AWS vs Google Cloud Platform: How Each Platform Compares in Product Reliability and Security
There are many cloud platforms out there to choose from and when companies make the decision to switch to cloud computing, they have the opportunity to reap many benefits. From no longer dealing with physical hardware to decreased expenses, companies can look forward to these changes if they make this investment. Two very well-known cloud platforms are Amazon Web Services (AWS, which we used in MIS 3406) and Google Cloud Platform. Both platforms are commonly used but they have some set differences. A sign in the reliability of both platforms is the fact that many companies use both. Apple, HTC and Sony Music use Google’s platform while companies like Netflix, Airbnb and NASA use AWS. It’s important to identify the capabilities of each platform before choosing which one to use. I’ll be comparing AWS and Google Cloud Platform as well as highlighting if cloud security is one of the deciding factors on which platform you should use.
The Google Cloud Platform includes a variety of services. They have 50+ products that they offer like Compute Engine and Cloud DNS. Amazon Web Services has a wider range of services they provide. Compared to the Google Cloud Platform, AWS has 200+ products that include Elastic Compute Cloud, DynamoDB and Elastic Beanstalk. For both companies, the main product used is virtual machines. They basically do the same things even though they have different names (Compute Engine for Google and Elastic Compute Cloud for AWS). An example of how these virtual machines would work is if a company wanted to deploy a single-page website (application), they would create an instance if they’re using AWS or machine type if they’re using GCP, install the appropriate software onto the instance/machine for the application to work and then install the code onto the instance/machine.
When looking at the statistics, AWS is used way more than GCP is used. This doesn’t mean GCP doesn’t lead in certain categories. When looking at the latency test, GCP is better when it comes to how fast an application is responding to your request. GCP also offers its customers unique billing options like Build-your-own-server type and sustained used discounts. Like we mentioned in class, companies can benefit from switching to cloud computing but when it comes to picking a platform it’s important to understand the structure of your own company and what leads in importance. If it’s product options, AWS is a great choice because of the variety but if it’s cost, looking into the different payment options GCP has can be your companies deciding factor.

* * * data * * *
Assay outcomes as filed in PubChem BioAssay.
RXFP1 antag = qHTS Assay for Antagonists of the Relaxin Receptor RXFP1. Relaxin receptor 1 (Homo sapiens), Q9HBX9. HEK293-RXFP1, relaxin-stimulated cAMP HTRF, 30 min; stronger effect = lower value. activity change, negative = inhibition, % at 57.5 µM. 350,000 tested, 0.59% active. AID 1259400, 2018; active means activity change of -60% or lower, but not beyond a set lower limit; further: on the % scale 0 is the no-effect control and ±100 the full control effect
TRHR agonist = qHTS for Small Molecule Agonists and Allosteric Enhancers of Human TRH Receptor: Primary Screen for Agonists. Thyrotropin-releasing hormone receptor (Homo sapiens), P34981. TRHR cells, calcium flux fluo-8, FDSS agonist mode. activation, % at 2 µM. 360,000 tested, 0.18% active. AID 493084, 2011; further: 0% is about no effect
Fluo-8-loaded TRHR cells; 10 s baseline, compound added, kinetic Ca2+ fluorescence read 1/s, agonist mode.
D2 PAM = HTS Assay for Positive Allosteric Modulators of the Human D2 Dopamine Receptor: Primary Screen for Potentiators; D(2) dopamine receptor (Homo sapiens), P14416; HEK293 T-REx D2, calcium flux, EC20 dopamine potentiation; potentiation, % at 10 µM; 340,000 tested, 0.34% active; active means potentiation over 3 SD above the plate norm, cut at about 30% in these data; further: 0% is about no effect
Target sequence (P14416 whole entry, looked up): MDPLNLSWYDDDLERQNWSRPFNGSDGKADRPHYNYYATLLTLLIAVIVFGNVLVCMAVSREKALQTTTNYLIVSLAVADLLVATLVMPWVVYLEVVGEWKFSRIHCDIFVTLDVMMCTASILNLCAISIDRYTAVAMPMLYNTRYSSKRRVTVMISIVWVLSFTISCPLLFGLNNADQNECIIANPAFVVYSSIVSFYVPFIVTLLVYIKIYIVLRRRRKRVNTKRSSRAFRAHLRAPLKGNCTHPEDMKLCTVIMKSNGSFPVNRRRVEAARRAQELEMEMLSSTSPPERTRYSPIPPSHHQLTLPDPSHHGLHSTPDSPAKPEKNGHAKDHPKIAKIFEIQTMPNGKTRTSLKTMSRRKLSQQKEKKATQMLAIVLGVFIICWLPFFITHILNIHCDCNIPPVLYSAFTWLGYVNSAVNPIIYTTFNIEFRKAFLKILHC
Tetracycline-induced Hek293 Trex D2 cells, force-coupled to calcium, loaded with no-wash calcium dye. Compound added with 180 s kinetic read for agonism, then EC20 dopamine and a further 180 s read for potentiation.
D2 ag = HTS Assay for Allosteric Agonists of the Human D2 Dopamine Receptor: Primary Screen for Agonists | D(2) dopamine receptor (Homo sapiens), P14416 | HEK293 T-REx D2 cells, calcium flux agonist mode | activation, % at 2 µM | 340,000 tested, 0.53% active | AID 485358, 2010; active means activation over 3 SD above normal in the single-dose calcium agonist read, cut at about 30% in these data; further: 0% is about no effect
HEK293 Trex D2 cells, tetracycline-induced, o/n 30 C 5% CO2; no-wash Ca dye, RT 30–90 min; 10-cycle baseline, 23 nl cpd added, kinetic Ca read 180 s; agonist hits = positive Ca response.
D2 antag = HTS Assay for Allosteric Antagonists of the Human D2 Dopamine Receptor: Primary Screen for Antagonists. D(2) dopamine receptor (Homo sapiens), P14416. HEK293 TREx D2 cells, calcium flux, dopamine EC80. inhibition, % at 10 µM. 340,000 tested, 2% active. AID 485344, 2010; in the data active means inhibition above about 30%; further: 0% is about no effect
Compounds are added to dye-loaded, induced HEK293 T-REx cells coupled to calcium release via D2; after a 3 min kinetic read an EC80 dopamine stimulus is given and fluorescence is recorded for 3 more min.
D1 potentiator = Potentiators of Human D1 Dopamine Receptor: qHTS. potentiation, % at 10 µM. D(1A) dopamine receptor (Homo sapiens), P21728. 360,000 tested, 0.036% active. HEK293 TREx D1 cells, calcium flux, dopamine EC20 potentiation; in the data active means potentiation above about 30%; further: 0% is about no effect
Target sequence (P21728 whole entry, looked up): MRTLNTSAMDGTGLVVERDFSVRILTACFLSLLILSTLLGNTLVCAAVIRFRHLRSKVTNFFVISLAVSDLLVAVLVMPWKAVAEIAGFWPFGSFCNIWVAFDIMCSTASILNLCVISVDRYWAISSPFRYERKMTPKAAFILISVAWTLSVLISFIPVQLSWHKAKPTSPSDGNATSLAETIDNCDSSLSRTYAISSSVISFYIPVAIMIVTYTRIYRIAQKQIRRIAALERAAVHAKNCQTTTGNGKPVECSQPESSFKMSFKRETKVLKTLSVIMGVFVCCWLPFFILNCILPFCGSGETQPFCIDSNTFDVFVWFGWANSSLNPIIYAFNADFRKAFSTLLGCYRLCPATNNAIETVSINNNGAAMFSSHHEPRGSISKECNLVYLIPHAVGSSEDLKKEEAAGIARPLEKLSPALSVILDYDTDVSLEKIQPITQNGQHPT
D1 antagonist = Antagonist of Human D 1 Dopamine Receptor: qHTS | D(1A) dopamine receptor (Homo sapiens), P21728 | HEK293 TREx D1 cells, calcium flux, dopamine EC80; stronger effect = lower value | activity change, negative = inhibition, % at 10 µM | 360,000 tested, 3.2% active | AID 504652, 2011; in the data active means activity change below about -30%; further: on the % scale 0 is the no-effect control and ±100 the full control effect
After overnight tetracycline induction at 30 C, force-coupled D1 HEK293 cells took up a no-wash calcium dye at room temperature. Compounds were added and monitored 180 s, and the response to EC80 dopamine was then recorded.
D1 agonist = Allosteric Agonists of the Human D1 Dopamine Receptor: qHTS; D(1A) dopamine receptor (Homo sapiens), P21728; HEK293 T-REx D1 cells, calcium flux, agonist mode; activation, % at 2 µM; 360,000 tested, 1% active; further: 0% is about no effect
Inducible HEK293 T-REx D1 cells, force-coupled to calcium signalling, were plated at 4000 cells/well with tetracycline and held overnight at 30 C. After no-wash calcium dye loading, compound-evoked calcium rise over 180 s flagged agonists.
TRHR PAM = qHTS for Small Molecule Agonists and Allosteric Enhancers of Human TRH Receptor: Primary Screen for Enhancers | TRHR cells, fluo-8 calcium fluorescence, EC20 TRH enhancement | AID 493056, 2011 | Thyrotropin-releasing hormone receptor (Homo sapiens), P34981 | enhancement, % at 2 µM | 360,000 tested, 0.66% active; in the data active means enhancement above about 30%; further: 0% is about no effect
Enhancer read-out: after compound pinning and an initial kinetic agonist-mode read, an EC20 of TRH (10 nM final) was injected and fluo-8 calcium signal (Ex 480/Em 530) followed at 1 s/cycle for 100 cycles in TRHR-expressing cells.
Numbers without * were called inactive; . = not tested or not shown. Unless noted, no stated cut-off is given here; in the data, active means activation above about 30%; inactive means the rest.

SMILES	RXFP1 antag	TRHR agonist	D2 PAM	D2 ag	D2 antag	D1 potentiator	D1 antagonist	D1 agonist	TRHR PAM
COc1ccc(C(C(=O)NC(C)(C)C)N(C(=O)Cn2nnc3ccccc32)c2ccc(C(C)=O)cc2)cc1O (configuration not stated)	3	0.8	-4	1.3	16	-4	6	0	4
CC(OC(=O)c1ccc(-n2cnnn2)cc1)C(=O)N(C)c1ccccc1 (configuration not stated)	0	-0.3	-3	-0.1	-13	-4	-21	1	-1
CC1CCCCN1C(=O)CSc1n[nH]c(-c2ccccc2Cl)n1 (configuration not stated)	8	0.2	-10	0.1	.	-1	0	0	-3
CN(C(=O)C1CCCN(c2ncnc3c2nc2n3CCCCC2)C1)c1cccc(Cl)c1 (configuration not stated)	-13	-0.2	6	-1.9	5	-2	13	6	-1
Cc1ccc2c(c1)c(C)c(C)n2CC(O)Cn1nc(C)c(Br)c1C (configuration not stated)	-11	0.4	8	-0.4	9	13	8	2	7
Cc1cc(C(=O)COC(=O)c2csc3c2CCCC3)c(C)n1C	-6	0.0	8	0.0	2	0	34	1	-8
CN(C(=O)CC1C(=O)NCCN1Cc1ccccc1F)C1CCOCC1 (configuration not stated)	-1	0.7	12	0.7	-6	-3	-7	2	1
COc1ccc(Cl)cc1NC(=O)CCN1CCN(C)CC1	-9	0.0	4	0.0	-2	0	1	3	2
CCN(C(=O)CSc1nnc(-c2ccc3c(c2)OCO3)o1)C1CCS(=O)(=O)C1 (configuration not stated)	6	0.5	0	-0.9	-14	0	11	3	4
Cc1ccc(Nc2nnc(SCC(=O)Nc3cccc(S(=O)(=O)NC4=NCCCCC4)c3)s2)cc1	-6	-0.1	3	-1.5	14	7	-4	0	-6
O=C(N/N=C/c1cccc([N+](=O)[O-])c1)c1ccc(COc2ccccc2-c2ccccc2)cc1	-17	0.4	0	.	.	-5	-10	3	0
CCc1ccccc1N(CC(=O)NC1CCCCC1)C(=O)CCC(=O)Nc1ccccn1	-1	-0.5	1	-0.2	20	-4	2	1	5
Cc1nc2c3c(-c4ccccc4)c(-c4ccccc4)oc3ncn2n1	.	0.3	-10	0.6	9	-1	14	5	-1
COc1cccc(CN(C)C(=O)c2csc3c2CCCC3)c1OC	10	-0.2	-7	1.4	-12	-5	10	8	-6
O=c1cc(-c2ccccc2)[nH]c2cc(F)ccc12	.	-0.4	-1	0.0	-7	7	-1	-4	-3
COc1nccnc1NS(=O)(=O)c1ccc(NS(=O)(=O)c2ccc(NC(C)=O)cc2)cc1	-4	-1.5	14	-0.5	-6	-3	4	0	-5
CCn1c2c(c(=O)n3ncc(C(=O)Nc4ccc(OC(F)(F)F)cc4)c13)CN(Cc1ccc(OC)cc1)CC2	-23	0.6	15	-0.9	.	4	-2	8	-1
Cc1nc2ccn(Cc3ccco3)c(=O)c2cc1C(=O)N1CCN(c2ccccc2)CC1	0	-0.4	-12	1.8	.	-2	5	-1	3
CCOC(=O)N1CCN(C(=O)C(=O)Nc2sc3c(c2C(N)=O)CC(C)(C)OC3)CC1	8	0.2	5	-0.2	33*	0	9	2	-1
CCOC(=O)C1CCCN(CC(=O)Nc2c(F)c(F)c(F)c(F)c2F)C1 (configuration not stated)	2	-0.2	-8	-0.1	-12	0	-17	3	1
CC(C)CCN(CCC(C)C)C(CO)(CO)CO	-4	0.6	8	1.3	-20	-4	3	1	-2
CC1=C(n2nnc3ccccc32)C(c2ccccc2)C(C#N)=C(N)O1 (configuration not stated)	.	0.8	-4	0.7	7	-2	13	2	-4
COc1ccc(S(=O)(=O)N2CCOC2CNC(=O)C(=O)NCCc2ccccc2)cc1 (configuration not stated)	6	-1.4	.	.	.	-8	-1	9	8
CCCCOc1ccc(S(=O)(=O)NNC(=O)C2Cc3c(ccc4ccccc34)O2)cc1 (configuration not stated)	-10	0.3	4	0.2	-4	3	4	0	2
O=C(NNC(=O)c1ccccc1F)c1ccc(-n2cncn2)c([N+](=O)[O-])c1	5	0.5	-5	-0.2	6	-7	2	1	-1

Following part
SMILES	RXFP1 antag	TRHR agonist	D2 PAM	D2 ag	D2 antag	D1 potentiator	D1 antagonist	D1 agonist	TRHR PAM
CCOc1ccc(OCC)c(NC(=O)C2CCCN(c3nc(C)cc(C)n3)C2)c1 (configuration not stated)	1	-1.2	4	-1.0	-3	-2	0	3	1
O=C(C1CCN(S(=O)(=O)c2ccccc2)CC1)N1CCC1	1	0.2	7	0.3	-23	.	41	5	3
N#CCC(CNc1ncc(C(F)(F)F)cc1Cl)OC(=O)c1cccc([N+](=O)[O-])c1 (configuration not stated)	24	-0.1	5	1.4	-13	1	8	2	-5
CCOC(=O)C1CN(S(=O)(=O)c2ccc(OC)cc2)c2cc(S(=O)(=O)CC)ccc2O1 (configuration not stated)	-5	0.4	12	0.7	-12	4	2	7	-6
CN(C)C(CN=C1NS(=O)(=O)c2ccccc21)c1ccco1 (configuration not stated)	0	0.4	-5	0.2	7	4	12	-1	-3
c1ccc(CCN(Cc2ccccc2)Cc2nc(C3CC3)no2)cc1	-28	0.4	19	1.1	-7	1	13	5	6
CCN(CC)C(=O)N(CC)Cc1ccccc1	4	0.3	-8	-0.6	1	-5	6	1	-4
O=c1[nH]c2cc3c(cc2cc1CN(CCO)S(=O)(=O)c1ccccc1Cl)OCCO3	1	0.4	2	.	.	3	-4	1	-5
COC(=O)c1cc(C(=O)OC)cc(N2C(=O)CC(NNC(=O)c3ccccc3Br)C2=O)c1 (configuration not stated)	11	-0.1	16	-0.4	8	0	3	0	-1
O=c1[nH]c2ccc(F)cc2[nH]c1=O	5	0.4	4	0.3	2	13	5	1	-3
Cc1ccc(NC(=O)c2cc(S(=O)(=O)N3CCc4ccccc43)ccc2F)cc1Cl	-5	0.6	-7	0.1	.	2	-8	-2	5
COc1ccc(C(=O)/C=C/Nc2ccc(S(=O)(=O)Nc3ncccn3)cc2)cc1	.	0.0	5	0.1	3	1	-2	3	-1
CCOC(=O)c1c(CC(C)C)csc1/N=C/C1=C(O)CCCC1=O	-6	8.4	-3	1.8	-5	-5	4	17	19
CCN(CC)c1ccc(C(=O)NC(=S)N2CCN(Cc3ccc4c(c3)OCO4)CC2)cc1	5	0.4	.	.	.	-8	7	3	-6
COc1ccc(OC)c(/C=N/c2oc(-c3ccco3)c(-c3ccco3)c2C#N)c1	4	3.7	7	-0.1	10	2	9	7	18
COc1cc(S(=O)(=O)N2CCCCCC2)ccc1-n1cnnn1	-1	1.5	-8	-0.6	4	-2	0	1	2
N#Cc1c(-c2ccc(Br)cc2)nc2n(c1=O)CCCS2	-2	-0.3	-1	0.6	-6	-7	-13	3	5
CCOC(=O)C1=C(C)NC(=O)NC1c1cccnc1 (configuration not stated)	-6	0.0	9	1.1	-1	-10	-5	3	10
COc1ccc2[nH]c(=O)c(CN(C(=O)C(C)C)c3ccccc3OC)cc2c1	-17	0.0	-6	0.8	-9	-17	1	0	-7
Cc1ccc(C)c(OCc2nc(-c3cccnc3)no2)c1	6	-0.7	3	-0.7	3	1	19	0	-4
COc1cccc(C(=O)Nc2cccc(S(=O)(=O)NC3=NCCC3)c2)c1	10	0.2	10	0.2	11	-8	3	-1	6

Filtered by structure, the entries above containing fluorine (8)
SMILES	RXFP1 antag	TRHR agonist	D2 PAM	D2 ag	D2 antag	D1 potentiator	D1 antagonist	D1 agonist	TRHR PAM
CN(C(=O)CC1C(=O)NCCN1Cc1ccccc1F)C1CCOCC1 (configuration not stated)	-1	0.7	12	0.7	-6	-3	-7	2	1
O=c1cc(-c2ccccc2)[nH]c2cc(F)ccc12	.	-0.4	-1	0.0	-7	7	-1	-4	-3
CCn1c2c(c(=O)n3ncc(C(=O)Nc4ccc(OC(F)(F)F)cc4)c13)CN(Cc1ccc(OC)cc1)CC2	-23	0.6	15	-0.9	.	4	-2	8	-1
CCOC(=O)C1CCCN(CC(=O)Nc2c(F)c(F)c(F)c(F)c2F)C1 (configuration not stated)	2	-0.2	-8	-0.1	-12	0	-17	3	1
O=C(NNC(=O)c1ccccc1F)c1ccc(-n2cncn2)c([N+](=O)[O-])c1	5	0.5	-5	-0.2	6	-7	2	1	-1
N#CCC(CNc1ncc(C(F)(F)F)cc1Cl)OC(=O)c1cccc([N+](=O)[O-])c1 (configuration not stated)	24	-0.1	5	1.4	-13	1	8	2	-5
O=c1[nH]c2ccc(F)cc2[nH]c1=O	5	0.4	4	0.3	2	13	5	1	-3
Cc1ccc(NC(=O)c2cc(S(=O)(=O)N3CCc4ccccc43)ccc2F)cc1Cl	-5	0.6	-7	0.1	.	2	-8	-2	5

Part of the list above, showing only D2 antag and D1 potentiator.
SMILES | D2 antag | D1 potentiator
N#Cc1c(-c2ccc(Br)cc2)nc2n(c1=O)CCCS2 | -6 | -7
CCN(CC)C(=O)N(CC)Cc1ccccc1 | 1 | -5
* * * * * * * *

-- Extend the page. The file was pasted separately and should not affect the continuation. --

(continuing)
Another important factor that comes into play when deciding on a cloud platform is cloud security. Companies that hold important information or just simply don’t want to be subject to security threats can’t overlook this category. Cloud security is a combination of settings and procedures that help protect data and infrastructure on cloud-based systems. Cloud security is one of the reasons for reduced expenses. There is 24/7 security that doesn’t require much assistance from an IT team which ultimately reduces admin. AWS and GCP often compete when it comes to the best security options because it’s an obvious selling point. From reading the article “Google Tries to Beat out AWS at cloud security”, Google has tried to differentiate itself from its competitors by trying to catch up to what AWS is already doing but by also doing something new like creating an API that prevents data leaks.
Overall AWS is the leading options but GCP is making strong efforts to give customers different choices they haven’t seen before. Whether that’s in pricing or cloud security, each platform has benefits of its own.